Don’t Take No Answer For An Answer
What should you do when you ask a question of someone in a position of
authority and you get something other than an answer? What should you do
when you communicate a legitimate complaint and there is no reply? What if
your question or complaint is met with silence (i.e., no response) or with a
‘response” that actually is a non-response. (Definition of non-response: a
string of words which may constitute an answer to some theoretical question
or complaint but which has little or nothing to do with the question or
complaint you submitted.) What should you do? Given that your question or
complaint is important to you, since you made the effort to raise it, you
Too often, especially when we are questioning someone in a position of
leadership, we accept the absence of a response as an indication that the
question or complaint does not merit one. In circles characterized by some
degree of civility, that rarely happens. To ignore completely another
person’s sincerely-posed question or complaint is an egregious breach of
common courtesy. Communications among members of the body of Christ
generally are characterized by civility and mutual respect, so a question or
complaint usually is afforded the courtesy of a response of some sort.
All too often, however, and even within the realm of communications within
the Church, individuals in positions of leadership offer responses to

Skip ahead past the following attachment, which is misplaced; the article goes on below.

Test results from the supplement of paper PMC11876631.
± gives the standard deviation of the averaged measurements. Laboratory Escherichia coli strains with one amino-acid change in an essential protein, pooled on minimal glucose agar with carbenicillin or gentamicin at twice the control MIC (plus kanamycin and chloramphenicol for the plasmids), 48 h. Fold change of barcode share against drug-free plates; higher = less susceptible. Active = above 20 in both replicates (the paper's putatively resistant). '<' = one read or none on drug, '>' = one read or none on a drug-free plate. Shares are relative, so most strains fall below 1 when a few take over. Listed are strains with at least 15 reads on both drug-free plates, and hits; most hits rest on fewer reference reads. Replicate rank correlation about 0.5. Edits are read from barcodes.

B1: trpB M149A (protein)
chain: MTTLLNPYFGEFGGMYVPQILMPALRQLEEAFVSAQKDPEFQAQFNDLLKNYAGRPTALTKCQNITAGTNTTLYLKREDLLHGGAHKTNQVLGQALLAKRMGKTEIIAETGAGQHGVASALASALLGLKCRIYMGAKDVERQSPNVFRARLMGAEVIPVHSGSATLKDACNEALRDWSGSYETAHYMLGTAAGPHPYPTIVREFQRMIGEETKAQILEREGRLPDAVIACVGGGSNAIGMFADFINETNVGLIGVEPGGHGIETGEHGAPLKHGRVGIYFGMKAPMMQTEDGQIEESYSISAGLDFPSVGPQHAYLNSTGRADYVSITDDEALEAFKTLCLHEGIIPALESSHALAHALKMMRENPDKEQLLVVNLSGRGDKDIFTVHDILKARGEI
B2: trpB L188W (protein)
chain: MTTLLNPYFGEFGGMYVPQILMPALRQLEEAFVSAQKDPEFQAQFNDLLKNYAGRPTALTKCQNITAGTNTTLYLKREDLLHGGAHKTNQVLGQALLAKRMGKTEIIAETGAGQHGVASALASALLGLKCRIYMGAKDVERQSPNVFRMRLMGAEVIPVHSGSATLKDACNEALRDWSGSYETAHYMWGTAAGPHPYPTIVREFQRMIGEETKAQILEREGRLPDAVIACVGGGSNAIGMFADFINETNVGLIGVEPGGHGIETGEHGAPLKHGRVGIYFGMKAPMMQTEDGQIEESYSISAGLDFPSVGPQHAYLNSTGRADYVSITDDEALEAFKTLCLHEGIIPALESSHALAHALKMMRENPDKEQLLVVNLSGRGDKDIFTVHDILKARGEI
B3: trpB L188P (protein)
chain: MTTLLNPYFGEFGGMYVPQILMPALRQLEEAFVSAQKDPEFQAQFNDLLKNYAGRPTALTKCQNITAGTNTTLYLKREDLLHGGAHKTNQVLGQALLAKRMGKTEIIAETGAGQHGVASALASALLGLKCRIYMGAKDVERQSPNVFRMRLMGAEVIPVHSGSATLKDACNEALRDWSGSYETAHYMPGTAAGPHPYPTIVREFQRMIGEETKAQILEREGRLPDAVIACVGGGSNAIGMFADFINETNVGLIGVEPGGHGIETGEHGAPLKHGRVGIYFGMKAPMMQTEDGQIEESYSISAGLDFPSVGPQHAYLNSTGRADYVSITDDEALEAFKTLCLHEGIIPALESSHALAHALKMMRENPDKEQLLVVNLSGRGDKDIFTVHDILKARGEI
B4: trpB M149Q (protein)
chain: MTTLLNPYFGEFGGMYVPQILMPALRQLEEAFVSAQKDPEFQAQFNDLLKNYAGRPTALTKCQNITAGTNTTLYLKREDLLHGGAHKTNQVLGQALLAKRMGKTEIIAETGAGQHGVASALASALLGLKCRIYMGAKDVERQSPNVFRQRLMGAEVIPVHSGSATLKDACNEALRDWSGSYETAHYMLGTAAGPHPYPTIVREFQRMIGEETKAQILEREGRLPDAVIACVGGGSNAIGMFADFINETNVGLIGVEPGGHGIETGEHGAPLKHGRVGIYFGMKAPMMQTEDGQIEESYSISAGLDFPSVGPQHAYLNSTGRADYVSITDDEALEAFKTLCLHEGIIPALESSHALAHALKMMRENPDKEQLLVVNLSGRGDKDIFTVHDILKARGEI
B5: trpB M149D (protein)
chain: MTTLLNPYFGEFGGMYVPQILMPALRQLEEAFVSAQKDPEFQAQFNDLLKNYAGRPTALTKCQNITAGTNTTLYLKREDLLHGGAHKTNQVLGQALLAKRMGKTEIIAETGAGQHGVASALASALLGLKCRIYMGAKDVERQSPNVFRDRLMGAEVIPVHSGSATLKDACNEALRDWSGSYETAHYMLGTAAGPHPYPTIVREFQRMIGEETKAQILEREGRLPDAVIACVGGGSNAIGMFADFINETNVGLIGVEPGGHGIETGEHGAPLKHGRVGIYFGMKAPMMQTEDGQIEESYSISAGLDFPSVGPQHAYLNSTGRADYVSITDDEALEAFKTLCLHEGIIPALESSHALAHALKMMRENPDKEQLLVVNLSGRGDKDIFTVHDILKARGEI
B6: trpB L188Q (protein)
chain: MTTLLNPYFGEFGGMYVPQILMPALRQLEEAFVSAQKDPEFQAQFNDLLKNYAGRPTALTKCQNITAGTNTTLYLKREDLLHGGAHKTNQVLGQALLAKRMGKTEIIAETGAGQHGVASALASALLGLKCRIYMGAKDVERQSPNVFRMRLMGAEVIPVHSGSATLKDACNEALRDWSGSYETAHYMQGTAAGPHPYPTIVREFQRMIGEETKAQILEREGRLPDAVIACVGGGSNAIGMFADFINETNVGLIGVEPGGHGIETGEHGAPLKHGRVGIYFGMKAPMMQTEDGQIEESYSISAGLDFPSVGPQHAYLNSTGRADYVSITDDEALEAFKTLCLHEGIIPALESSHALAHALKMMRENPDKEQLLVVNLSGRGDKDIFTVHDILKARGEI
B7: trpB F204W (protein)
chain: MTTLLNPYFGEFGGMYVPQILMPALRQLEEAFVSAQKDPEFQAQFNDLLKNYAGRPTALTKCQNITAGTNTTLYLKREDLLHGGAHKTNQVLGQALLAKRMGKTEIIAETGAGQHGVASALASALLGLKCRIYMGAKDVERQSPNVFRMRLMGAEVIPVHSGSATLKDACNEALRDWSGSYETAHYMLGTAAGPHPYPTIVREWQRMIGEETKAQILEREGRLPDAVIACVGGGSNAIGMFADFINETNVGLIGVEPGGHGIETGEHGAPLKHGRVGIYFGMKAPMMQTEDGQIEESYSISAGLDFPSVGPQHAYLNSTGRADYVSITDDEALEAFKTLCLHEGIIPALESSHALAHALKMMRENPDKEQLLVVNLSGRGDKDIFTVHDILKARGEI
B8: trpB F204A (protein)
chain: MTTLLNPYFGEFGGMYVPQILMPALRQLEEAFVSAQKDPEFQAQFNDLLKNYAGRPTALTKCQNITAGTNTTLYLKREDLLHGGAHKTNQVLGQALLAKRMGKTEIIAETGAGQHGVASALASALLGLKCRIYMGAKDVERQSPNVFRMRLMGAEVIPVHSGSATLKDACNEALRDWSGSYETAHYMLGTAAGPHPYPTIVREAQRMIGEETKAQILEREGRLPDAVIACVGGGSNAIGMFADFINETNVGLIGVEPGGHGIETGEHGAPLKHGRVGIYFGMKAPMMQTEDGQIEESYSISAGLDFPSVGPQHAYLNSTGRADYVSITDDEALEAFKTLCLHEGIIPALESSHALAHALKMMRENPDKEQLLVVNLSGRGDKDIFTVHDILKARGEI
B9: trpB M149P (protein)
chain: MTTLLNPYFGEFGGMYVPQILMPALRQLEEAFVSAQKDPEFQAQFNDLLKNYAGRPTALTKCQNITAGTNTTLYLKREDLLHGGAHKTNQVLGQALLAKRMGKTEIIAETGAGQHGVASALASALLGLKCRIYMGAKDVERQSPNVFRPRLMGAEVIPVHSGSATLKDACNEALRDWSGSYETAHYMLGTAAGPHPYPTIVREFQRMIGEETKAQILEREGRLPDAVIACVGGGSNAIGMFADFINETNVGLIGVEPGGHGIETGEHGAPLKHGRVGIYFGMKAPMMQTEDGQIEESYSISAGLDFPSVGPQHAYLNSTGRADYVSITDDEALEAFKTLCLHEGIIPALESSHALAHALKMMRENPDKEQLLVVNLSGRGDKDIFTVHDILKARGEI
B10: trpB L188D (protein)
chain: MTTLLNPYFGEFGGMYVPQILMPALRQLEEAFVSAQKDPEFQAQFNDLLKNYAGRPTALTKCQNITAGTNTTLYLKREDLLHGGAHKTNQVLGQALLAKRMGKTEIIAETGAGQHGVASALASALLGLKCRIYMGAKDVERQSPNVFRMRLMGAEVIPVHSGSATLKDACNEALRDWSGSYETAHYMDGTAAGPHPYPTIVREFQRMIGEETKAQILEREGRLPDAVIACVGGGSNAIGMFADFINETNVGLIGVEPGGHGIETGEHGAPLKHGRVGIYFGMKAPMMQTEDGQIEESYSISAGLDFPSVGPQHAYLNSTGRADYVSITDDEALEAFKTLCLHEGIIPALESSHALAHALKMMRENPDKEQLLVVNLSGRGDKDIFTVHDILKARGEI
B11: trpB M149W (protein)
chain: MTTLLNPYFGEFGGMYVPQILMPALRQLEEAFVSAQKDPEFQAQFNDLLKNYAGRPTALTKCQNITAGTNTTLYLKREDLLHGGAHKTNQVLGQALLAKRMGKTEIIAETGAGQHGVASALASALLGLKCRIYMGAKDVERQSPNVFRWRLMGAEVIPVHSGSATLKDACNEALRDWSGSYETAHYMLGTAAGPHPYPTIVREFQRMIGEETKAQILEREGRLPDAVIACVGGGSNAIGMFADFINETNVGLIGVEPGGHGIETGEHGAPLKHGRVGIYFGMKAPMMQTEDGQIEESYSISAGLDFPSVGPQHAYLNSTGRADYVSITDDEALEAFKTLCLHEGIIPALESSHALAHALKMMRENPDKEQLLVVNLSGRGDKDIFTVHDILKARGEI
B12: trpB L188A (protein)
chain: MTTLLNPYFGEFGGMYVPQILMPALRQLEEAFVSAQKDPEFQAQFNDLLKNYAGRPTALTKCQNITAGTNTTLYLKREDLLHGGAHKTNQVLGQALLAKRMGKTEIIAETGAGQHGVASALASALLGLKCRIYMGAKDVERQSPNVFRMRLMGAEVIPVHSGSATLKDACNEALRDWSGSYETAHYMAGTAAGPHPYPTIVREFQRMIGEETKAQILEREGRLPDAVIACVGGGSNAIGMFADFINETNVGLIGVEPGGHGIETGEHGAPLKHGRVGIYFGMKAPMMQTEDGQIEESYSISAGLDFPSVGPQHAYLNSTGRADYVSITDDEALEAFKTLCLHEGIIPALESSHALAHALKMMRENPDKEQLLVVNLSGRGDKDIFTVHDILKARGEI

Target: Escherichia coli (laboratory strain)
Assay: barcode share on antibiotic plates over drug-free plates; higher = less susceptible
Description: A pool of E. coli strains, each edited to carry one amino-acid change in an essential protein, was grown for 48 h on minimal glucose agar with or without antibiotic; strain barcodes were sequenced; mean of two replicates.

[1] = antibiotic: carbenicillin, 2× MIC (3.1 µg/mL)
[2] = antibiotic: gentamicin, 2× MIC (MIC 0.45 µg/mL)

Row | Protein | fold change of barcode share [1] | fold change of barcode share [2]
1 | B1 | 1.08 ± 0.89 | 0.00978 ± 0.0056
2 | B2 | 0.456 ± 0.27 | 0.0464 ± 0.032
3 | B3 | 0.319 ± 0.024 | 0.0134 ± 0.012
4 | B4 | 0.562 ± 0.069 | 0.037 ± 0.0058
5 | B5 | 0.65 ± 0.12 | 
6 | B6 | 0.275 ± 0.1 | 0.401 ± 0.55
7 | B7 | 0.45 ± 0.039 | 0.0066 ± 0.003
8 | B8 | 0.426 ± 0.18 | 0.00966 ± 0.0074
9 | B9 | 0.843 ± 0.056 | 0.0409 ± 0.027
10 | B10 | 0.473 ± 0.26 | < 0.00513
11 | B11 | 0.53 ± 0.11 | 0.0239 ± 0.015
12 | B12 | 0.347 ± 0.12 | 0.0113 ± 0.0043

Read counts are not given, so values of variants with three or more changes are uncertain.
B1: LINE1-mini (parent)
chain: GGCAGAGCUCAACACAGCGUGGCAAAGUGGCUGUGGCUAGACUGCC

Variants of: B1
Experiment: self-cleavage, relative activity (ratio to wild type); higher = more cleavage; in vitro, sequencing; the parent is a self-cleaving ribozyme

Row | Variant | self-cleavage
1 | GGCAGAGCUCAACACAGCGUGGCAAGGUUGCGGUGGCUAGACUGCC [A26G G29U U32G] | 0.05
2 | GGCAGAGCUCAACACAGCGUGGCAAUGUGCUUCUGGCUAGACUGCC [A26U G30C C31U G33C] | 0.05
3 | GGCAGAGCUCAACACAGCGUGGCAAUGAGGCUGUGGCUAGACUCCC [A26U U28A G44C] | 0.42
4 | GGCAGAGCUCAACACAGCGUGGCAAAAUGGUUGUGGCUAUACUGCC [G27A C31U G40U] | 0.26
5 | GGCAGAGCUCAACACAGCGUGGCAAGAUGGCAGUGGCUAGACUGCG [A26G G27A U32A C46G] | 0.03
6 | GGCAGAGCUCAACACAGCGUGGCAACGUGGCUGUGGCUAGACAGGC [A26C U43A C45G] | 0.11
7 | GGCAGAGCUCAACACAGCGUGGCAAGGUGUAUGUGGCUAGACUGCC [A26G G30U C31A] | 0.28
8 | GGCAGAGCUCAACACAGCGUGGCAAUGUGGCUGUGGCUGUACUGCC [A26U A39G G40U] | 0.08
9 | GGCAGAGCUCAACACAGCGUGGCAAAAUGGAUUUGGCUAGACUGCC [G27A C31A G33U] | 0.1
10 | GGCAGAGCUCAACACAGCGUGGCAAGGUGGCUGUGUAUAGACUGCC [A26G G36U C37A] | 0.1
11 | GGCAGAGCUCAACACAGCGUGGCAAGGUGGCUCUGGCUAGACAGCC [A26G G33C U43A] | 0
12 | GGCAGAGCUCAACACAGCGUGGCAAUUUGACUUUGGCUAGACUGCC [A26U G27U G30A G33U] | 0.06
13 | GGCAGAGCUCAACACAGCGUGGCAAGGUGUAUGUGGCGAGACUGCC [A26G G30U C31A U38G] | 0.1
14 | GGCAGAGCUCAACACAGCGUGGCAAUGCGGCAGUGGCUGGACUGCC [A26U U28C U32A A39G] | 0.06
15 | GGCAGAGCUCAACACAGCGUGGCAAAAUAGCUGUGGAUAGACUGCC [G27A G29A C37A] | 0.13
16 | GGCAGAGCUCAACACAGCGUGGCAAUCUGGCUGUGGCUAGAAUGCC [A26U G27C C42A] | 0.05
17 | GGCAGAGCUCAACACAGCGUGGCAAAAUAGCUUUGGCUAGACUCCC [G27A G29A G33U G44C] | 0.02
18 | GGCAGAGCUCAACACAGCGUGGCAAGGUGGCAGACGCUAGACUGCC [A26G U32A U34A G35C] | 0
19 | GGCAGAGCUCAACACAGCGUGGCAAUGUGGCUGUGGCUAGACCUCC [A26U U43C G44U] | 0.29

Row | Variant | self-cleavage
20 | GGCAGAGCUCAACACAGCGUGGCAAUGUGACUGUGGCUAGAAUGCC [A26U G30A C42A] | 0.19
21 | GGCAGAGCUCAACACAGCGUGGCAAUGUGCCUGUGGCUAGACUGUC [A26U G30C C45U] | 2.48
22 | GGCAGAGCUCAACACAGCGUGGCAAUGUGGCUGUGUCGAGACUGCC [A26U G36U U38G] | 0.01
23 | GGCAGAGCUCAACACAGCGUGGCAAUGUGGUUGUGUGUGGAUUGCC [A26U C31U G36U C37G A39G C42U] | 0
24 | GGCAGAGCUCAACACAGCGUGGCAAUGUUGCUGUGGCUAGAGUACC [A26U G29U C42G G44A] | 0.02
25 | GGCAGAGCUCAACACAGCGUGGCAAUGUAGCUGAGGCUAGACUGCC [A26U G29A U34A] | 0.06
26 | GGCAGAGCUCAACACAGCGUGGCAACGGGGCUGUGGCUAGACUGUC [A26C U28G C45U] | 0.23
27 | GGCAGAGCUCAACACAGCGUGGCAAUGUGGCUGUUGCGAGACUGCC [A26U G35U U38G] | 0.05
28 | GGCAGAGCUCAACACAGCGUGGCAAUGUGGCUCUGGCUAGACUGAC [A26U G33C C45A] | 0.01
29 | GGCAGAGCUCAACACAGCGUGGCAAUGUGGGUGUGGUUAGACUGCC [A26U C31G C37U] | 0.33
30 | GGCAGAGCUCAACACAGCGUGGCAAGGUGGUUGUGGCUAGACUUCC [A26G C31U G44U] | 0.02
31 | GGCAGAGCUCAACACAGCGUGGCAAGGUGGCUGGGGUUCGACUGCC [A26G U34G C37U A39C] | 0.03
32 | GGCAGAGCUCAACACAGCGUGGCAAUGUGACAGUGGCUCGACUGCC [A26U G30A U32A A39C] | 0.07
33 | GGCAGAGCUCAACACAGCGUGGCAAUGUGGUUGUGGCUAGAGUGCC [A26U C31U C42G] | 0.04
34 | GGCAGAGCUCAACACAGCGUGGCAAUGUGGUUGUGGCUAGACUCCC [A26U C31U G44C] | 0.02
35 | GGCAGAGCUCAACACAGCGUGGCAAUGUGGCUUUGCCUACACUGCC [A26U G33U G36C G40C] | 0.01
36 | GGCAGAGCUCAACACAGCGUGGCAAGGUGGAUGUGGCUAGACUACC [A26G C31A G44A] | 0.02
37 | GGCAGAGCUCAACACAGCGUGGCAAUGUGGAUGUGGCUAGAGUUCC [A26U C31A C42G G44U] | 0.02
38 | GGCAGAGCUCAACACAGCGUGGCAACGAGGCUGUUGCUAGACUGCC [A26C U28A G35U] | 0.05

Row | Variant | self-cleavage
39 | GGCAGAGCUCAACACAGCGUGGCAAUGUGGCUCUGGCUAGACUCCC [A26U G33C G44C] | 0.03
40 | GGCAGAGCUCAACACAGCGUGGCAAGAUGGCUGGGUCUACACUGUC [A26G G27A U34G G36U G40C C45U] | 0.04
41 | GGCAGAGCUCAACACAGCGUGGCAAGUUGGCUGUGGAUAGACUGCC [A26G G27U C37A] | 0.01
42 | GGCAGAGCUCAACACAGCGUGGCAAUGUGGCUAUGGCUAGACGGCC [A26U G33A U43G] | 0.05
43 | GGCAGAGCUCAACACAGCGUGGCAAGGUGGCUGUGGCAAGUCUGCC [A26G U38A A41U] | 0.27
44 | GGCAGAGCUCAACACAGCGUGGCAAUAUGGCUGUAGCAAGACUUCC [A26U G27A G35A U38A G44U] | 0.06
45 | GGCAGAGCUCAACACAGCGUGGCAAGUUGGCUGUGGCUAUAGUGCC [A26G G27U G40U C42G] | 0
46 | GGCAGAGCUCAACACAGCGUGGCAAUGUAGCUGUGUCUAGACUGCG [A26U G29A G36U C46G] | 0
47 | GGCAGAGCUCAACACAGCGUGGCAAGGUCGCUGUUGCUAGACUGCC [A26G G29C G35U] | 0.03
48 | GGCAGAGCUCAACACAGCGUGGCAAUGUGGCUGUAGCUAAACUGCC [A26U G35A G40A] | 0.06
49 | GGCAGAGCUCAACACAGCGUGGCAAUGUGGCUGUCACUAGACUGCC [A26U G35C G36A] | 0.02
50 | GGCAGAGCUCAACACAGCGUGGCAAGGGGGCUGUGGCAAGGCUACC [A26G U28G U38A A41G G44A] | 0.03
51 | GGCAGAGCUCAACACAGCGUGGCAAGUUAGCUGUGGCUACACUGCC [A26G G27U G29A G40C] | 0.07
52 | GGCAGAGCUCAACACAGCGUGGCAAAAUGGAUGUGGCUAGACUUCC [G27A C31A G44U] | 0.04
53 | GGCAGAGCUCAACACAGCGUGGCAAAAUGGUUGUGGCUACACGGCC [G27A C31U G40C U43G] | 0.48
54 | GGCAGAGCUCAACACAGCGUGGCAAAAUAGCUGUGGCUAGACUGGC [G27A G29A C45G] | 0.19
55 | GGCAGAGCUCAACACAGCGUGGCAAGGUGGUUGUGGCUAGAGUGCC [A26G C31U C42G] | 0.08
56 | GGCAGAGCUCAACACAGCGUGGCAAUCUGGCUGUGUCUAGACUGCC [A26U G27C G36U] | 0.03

legitimate questions or complaints that are, for all practical purposes,
non-responses. So what should the sincere questioner do? Be persistent!
Persevere! Ask again. And again, and again, if necessary.
When the ‘answer” you receive does not address the question you asked or
the complaint you registered, you may feel it is reasonable to give the
non-responder the benefit of the doubt. ‘It seems you may have misunderstood
the gist of my question. Please allow me to clarify…”
Amazingly, however, there are times when the person being questioned
deliberately ‘misunderstands” your specific question or complaint.
Obviously, this tactic is a ploy to avoid accountability, and such tactics
certainly have no place in communications among workers in Christ’s Church!
When this kind of behavior occurs (and, sadly, it sometimes is resorted to
even by those in positions of leadership in the Church), then you must not
accept it. How genteelly you are able to correct such an obvious attempt to
evade accountability will depend on how charitable you can be with someone
who has deliberately misrepresented your complaint. With or without
gentility, you must correct the misrepresentation. With or without pointing
out how ridiculously your question or complaint has been misrepresented, you
must insist on a response that is relevant to the issue you have raised.
It should be noted that all of this questioning and, if necessary, repeated
questioning can be done without escalating anyone’s emotional barometer.
Calmness, civility, respect, patience…each of these virtuous
characteristics is completely compatible with perseverance and persistence.
Leaders can be held accountable in a non-emotional, rational, civil way.
Even the most serious complaint can and should be raised with the attitude
of equanimity and loving-kindness that we are called to practice as sisters
and brothers in Christ. Certainly, leaders in the Church can be held
accountable without anyone having to become agitated or emotional, but, just
as certainly, they absolutely must be held accountable!
Another ploy that frequently is used to sidestep accountability is for the
person being questioned to shift the focus from your question to some other